However, I'm still curious as to the 'why' since the area ratio seems just too low for M3+ expansion. (The fully open primary is about 11 sqft, 45"dia I measured, and I believe the open final nozzle is 26.7 sqft, 70"dia)

Pete
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kmccutcheon



Joined: 13 Jul 2003
Posts: 191
Location: Huntsville, Alabama USA

PostPosted: Mon Dec 02, 2013 14:15    Post subject: Reply with quote

Question 3. Is the nozzle underexpanded at cruise and if so what were the ramifications?

I have conferred with both Pete Law and Tom Anderson, who point out that the propulsion system, with its design point of M3.2 in a standard atmosphere at 85,000 ft, would have the ejector flaps at maximum opening. This opening size was designed to provide a nominal expansion ratio for those conditions. The M2.4 in the presentation was a typo, which has been corrected.
However, during our discussion it became clear that the ejector behavior depends on a number of factors, and these may affect the point at which it reaches maximum opening. For example, in very cold conditions the flaps achieve maximum opening below M3.2 and are thus slightly underexpanded at M3.2. Similar sub-optimal behavior occurs when any off-design condition is encountered.
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pkent



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PostPosted: Wed Dec 04, 2013 20:53    Post subject: Reply with quote

Thank you for pointing out the effects of off-design conditions. I think I see this now in a plot of flight data which shows the ejector exit diameter can vary anywhere between 90 and 100% open above M2.4 (fig 5 David Campbell's "F-12 Series Aircraft Proplulsion System Performance and Development".
http://arc.aiaa.org/doi/abs/10.2514/3.60402?journalCode=ja

Ref Tom Anderson's Fig26 which shows a progressively diminishing thrust contribution from the engine (17% at cruise) David Campbell in the above paper (same fig5 para) says that, from this max afterburning cruise condition, if the AB is reduced to min AB the engine would actually be dragging on the engine mounts at high Mach numbers.
Question 1. How does this negative thrust contribution from the engine arise?

Ref Tom Anderson's fig25, at the design point it shows the engine flow is about 88% and secondary/leakage flow is 12%.
Question 2. What proportion of the 12% is ejector nozzle secondary flow?

Ref fig26 again, and the intake thrust contribution.
Bob Abernethy on page 4 "More Never Told Tales of Pratt and Whitney"
http://www.docstoc.com/docs/141090918/Never-Told-Tales-of-P_W3
says the 22% airflow increase through the engine (due to comp bypass bleed) gave his expected 19% net thrust increase but he did not anticipate the 47% installed thrust increase, and he says "the increased airflow really helped Kelly's inlet performance".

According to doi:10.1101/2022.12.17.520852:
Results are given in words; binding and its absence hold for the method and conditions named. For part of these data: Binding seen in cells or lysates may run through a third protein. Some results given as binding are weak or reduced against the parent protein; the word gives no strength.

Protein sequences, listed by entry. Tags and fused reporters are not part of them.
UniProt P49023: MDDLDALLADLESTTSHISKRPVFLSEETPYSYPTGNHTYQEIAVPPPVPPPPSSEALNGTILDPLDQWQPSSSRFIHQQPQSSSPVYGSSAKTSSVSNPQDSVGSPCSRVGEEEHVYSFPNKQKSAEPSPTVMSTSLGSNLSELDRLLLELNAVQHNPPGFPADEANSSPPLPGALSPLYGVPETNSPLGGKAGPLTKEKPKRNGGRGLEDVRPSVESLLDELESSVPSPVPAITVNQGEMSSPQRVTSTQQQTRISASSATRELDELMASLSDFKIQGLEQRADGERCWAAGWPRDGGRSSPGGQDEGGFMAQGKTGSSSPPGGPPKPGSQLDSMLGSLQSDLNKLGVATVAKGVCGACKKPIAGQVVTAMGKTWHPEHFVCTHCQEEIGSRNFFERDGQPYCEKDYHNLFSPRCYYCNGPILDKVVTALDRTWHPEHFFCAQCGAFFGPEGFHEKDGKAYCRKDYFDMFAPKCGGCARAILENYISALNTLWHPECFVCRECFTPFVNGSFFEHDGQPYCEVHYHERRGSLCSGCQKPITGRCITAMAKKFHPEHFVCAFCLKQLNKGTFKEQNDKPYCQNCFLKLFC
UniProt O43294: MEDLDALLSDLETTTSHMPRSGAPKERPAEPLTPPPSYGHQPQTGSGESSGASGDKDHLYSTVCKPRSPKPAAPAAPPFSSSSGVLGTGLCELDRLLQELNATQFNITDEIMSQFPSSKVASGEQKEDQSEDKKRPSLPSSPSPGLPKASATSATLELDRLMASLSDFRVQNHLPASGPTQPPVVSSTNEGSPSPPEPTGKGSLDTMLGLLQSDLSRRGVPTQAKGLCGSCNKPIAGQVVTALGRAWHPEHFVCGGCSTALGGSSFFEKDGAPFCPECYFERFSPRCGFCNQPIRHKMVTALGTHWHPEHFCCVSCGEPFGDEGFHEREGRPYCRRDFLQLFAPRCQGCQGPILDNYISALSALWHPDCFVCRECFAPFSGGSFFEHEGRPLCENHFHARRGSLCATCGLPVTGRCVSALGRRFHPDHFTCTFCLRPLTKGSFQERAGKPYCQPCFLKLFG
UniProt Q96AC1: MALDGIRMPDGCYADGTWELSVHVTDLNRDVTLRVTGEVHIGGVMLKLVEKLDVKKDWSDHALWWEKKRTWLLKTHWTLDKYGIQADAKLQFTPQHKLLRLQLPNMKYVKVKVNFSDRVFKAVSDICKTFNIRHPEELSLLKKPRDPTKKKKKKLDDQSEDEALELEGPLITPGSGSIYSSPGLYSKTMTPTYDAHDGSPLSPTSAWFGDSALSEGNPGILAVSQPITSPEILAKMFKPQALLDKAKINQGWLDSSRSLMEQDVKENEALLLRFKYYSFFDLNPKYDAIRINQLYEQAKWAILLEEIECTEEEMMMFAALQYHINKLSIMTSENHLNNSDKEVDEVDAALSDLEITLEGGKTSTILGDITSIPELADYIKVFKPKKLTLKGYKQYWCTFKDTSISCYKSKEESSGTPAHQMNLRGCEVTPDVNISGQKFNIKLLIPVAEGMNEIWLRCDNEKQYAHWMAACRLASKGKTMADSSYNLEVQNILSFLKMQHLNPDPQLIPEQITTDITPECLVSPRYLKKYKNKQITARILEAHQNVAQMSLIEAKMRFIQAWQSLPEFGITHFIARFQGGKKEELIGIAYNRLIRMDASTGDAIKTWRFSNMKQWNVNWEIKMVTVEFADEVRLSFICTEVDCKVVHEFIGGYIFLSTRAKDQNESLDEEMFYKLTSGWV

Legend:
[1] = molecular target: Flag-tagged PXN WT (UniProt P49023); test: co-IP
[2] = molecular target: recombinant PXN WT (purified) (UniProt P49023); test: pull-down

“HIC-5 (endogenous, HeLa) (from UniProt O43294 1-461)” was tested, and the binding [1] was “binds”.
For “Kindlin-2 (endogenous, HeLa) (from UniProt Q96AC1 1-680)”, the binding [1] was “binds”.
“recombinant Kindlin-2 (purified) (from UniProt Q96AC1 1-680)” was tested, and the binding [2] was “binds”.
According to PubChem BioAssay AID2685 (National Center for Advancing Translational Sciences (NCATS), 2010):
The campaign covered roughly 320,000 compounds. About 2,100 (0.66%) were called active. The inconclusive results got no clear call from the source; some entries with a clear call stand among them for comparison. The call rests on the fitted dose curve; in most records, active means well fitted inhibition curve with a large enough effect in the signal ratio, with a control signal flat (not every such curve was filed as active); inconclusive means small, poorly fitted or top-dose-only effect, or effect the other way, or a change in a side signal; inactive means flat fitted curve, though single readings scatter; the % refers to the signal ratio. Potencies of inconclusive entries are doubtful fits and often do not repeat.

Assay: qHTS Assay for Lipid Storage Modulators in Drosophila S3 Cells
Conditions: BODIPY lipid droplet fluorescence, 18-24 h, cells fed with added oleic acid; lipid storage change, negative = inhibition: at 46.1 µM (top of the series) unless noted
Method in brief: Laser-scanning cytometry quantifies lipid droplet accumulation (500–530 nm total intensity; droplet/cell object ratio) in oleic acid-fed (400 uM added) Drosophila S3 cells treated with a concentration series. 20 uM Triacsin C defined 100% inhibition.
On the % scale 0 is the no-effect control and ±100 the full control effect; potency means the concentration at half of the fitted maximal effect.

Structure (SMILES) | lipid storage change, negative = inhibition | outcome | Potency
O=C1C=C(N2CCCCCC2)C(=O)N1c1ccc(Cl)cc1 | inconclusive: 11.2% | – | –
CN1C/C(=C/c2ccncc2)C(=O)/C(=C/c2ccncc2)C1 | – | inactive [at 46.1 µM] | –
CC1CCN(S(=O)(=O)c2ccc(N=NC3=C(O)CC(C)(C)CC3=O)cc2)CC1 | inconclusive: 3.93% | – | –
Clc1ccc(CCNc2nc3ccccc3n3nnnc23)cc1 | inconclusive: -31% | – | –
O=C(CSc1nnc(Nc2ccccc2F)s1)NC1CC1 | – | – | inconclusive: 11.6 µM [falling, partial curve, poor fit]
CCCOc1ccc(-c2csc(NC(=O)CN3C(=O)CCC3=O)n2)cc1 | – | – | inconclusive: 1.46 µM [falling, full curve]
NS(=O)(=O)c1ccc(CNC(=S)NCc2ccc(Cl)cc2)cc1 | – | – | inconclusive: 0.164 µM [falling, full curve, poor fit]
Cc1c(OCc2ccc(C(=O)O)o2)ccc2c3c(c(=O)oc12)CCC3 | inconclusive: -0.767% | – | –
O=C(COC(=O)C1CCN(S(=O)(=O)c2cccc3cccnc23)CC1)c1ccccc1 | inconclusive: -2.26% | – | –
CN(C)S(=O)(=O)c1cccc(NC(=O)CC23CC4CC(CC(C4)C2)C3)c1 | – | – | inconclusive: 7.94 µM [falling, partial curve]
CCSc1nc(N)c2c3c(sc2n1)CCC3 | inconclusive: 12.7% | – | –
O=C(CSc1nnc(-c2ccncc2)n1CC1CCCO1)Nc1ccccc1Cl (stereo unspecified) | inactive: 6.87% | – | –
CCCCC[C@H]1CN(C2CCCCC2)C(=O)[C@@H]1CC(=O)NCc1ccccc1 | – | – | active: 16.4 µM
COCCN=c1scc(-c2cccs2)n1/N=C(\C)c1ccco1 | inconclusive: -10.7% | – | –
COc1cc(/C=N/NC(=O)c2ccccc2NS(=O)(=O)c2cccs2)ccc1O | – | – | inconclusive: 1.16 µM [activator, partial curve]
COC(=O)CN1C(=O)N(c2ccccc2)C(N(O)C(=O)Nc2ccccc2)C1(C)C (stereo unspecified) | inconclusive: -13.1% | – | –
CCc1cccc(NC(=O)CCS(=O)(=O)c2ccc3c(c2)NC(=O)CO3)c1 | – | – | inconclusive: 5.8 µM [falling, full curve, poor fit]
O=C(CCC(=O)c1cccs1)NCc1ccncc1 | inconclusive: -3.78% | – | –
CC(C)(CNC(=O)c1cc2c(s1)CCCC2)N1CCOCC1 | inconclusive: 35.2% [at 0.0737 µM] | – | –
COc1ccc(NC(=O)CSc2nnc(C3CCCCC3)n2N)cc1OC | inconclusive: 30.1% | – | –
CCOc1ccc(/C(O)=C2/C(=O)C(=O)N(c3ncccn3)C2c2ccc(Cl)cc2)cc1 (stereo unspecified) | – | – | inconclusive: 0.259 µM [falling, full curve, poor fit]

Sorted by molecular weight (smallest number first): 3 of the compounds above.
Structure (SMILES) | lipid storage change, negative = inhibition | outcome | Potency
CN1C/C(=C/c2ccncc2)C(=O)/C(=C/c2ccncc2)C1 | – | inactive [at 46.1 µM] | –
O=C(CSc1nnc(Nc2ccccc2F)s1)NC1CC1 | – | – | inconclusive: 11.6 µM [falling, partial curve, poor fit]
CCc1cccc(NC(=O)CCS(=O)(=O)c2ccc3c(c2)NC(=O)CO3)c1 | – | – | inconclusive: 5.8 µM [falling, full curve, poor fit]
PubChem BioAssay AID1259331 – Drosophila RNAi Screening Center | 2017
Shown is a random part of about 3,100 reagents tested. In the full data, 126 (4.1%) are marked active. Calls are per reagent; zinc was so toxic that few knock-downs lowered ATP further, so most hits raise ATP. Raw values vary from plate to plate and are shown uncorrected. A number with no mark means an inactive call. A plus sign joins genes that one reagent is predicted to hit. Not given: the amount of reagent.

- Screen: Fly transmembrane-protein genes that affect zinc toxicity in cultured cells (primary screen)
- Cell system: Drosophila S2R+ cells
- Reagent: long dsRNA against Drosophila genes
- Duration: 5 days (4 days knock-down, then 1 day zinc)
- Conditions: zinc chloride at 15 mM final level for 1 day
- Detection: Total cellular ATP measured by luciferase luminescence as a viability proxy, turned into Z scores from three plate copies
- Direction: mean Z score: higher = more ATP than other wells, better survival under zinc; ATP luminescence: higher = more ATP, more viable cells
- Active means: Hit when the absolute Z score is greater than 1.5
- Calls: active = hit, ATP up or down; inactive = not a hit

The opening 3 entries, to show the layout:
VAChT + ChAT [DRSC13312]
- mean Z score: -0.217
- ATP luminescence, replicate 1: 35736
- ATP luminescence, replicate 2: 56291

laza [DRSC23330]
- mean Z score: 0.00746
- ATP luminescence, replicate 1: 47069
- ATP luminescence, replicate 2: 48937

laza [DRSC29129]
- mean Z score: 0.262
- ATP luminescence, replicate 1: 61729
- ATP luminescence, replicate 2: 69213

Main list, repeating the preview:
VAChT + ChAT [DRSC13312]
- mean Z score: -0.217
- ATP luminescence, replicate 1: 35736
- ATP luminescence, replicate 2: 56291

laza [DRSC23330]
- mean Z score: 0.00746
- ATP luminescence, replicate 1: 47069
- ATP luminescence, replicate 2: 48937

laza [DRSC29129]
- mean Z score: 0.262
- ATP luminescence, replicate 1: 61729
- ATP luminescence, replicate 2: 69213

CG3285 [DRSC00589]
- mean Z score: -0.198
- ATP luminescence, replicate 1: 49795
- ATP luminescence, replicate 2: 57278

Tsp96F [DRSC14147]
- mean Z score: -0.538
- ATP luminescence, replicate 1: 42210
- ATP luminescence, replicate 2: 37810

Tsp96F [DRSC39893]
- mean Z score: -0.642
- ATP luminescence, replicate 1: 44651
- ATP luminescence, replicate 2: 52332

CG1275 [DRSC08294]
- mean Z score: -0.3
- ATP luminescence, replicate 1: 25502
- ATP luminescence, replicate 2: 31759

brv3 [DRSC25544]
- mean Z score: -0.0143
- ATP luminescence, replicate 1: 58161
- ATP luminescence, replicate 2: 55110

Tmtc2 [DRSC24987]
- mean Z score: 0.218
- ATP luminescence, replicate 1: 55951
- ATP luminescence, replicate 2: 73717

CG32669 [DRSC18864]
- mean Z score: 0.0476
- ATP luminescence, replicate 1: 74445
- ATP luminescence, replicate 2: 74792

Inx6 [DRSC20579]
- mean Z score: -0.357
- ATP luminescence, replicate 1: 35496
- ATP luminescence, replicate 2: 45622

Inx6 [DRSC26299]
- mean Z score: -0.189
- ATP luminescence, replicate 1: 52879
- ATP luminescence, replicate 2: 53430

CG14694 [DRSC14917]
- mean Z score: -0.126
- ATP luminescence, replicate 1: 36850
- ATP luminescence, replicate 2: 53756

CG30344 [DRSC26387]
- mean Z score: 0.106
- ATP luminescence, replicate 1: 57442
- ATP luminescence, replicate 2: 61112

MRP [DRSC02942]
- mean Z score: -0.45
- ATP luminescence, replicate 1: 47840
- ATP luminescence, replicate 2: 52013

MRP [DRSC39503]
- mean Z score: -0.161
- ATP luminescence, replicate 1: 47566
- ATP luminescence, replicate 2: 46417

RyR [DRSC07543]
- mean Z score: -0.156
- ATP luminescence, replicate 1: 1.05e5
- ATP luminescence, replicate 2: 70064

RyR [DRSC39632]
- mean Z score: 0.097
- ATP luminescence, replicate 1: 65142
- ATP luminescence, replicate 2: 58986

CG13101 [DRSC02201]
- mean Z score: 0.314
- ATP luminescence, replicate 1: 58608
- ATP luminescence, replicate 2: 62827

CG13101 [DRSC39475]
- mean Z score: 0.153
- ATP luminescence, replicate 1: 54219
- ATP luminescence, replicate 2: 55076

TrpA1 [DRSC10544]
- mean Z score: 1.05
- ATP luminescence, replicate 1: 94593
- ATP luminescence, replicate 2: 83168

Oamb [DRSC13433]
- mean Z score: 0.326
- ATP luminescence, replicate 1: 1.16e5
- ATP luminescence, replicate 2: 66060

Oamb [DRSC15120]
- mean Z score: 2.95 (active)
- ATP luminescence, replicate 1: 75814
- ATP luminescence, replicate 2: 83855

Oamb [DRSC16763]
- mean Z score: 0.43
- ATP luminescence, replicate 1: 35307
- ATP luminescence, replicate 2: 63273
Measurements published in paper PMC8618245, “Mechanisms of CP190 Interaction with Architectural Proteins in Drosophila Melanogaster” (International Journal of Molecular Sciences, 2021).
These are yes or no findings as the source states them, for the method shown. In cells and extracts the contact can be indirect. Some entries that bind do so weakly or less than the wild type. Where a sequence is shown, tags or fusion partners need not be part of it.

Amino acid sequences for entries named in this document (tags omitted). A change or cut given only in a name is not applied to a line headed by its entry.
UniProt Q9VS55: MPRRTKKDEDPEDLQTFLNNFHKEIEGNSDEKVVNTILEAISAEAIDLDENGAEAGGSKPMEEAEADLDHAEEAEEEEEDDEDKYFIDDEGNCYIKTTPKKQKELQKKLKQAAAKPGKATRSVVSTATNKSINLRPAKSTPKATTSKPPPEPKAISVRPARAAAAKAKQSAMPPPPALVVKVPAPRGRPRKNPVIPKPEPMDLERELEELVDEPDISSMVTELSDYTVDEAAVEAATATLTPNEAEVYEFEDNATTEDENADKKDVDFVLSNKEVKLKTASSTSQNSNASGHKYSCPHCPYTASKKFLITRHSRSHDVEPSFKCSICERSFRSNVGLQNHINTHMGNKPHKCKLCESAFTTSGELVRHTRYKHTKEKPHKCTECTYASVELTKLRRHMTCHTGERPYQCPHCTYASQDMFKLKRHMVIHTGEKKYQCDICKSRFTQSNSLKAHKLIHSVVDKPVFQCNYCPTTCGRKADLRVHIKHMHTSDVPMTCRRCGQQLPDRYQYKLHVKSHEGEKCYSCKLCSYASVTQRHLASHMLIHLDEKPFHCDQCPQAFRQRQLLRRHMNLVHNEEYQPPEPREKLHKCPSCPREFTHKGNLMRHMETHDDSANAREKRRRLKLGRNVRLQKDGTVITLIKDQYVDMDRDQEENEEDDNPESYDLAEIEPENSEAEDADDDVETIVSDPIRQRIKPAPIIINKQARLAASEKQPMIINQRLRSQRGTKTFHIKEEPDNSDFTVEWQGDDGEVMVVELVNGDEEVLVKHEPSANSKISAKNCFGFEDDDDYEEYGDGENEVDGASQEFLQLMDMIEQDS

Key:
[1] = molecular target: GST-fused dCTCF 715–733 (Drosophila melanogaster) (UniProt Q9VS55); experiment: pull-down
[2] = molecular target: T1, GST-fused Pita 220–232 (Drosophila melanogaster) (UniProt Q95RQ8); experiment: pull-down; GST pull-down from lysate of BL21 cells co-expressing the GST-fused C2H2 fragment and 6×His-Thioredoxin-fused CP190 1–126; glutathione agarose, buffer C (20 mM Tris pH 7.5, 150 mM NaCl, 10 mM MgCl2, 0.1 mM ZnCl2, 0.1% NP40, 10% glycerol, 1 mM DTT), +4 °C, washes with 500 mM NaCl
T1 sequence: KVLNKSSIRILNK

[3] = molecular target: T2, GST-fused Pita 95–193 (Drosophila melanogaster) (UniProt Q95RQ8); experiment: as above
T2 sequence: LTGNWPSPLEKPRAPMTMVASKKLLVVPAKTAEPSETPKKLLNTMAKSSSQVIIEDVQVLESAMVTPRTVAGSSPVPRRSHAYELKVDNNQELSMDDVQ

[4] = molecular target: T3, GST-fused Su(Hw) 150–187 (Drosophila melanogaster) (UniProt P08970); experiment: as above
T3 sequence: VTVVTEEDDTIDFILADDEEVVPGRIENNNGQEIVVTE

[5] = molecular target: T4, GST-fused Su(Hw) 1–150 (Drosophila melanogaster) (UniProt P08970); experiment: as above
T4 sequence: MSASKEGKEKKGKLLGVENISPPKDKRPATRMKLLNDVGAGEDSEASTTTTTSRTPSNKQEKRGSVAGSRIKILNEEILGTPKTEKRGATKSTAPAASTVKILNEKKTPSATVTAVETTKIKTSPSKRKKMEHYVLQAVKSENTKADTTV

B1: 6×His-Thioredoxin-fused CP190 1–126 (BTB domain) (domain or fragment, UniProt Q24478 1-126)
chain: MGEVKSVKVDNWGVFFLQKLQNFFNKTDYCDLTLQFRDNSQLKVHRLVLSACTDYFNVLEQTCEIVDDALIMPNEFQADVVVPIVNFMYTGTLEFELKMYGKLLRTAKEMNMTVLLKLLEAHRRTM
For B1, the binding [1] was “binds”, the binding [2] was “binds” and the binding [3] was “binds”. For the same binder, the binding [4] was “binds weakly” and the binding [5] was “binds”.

Question 3. How does 22% engine flow increase produce a disproportionate benefit in the inlet?

Ref Pete Law's ECS description.
Question 4. What is the design point compressor delivery mass flow from which the ECS 40lb/min is taken?

Pete
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kmccutcheon



Joined: 13 Jul 2003
Posts: 191
Location: Huntsville, Alabama USA

PostPosted: Tue Dec 10, 2013 06:17    Post subject: Reply with quote

Regarding your 4 Dec 2013 Post:
Quote:
Question 1. How does this negative thrust contribution from the engine arise?

As I understand it, engine thrust was never negative. This phenomenon must have been a transient condition where pressure in the ejector acting upon the closing engine nozzle created a force that momentarily exceeded engine thrust, until the airplane slowed down.
Tom Anderson - These calculations are of the momentums of the flows in the nacelle at various points. It's fun to say that the inlet is what is really pulling the airplane around at cruise, but the reality of it is that nobody would be going anywhere without that wonderful engine doing the work.

Quote:
Question 2. What proportion of the 12% is ejector nozzle secondary flow?

Tom Anderson - The nacelle secondary flow at cruise is inlet shock trap, cowl, bleed air flowing to the ejector nozzle. This flow is about 7% of the 12% bleed and leakage flow shown on Figure 25.

Quote:
Question 3. How does 22% engine flow increase produce a disproportionate benefit in the inlet?

Tom Anderson - A supersonic inlet has a certain amount of flow. See the top line in Figure 25 for the SR inlet. Typical engines fall off in airflow at high supersonic speeds and the resulting flow mismatch with the inlet must be bypassed at the cost of a large amount of drag. The J58 flow at cruise does not fall off, which allows a good inlet match at both high speed and transonic speed. This is a major benefit to installed thrust.

Quote:
Question 4. What is the design point compressor delivery mass flow from which the ECS 40 lb/min is taken?

Pete Law - We maintained the ECS engine bleed flow between 40 and 43 pounds per minute at all conditions, from idle on the ground to max speed at altitude. The engine airflow per engine is very high, at over 300 pounds per second during takeoff and around 170 pounds per second at cruise (i.e., over 10,200 pounds per minute at cruise). Therefore, the 40 pounds per minute of engine bleed for the ECS is insignificant to engine performance.
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pkent



Joined: 26 Feb 2013
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PostPosted: Sun Jan 05, 2014 13:53    Post subject: design point thrust setting Reply with quote

At the design point what was the AB primary nozzle area, presumably partially closed at less than 100%?
There must have been some excess thrust to get there and no longer needed for cruise at M3.2 on a standard day?

Thanks
Pete